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Pecunia non olet

The urine tax

Posted 2/15/22

Some of you may have wondered whether my cat was walking across the keyboard while I was typing the title of my column, Pecunia Non Olet. It's a Latin phrase that translates into “Money has no smell.” So why have I chosen that as the title of my column?  

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Pecunia non olet

The urine tax

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Some of you may have wondered whether my cat was walking across the keyboard while I was typing the title of my column, Pecunia Non Olet. Or those of you who went to or have kids in law school or medical school may have detected something vaguely familiar in those funny-looking words. Pecunia non olet is a Latin phrase that translates into “Money has no smell.” So why have I chosen that as the title of my column?  

The words are ascribed to the Roman emperor Vespasian (69 – 79 AD). In an effort to increase the tax take of his empire, Vespasian imposed several levies, one of which was on urine from public toilets. Though its commercial use has thankfully fallen out of favor in the last few centuries, urine once had several economic uses, primarily in tanning. Vespasian’s son Titus, who would succeed Vespasian as the reigning emperor during the eruption of Mount Vesuvius, was put off by the malodorous tax. Holding up a gold coin in his defense, Vespasian asked whether the scent of the coin offended his son’s senses, to which Titus replied that it did not. When Vespasian pointed out that the money came from urine, the phrase Pecunia non olet was born.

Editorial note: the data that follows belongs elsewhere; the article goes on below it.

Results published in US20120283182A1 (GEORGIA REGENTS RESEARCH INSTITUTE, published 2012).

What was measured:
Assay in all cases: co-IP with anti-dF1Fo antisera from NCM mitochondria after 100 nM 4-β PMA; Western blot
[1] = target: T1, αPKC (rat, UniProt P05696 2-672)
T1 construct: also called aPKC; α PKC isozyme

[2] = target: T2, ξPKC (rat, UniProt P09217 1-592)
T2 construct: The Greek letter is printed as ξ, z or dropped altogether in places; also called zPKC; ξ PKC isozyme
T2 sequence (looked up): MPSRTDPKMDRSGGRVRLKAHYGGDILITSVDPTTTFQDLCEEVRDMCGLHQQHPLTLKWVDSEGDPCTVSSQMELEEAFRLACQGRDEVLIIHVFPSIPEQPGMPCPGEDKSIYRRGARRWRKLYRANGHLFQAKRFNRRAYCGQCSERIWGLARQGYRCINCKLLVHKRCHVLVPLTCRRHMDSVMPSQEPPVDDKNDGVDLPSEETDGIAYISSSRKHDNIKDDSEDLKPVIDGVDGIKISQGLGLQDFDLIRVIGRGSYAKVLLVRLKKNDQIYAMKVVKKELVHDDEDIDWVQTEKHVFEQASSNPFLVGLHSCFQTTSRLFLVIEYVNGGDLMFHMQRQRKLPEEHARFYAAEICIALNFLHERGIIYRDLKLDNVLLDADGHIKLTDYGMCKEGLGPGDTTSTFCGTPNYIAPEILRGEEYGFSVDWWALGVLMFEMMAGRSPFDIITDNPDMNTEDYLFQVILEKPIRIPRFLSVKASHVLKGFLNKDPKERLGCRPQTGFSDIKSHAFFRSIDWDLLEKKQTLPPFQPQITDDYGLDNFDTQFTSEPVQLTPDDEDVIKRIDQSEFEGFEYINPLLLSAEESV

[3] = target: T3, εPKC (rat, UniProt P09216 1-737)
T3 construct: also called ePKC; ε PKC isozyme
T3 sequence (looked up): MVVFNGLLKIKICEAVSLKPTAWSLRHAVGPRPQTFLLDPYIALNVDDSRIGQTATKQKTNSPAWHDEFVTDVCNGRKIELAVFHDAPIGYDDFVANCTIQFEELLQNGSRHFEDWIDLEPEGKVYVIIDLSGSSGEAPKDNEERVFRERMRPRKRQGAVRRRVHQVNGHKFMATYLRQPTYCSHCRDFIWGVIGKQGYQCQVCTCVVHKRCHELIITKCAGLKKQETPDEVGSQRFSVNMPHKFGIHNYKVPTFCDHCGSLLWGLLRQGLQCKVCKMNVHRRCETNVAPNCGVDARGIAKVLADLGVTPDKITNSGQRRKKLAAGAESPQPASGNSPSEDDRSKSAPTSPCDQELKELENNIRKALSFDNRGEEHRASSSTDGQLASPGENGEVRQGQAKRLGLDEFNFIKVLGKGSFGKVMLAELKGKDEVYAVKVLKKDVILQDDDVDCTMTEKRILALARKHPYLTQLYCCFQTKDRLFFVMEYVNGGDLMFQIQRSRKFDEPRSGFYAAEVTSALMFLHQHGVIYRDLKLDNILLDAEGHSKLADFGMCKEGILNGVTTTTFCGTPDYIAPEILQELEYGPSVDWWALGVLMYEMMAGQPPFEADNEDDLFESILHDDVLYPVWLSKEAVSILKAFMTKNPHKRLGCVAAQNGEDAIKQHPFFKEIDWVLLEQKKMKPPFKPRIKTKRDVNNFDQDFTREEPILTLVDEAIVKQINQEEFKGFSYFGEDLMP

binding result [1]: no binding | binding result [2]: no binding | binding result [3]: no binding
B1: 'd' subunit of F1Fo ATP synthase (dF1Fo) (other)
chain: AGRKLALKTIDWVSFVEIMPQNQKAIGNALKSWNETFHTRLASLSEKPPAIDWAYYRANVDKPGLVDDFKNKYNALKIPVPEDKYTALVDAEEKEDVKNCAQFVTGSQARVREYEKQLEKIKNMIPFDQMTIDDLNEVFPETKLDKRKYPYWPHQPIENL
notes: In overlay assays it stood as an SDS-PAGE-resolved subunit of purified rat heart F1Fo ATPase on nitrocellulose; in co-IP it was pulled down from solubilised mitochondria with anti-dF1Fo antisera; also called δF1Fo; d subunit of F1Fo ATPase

The phrase generally is used to express the belief that money is money, regardless of where it came from. While the phrase most often is associated with money acquired from dubious sources, I like the phrase in a more unprejudiced connotation: there are many [legitimate] ways to make money. And this is meant to be a general business, money, economics, and investment column.  

In the spring of 2020, the owner of this newspaper suffered severe wind damage to its Shelbyville, TN property, with the effect that employees practically had to carry umbrellas inside the building that summer on rainy days. The roof ultimately was replaced at a cost below the final insurance payout, and in a plague year the surplus payout was very welcome.  

To people who say I was lucky, I say, “Pecunia non olet.” 

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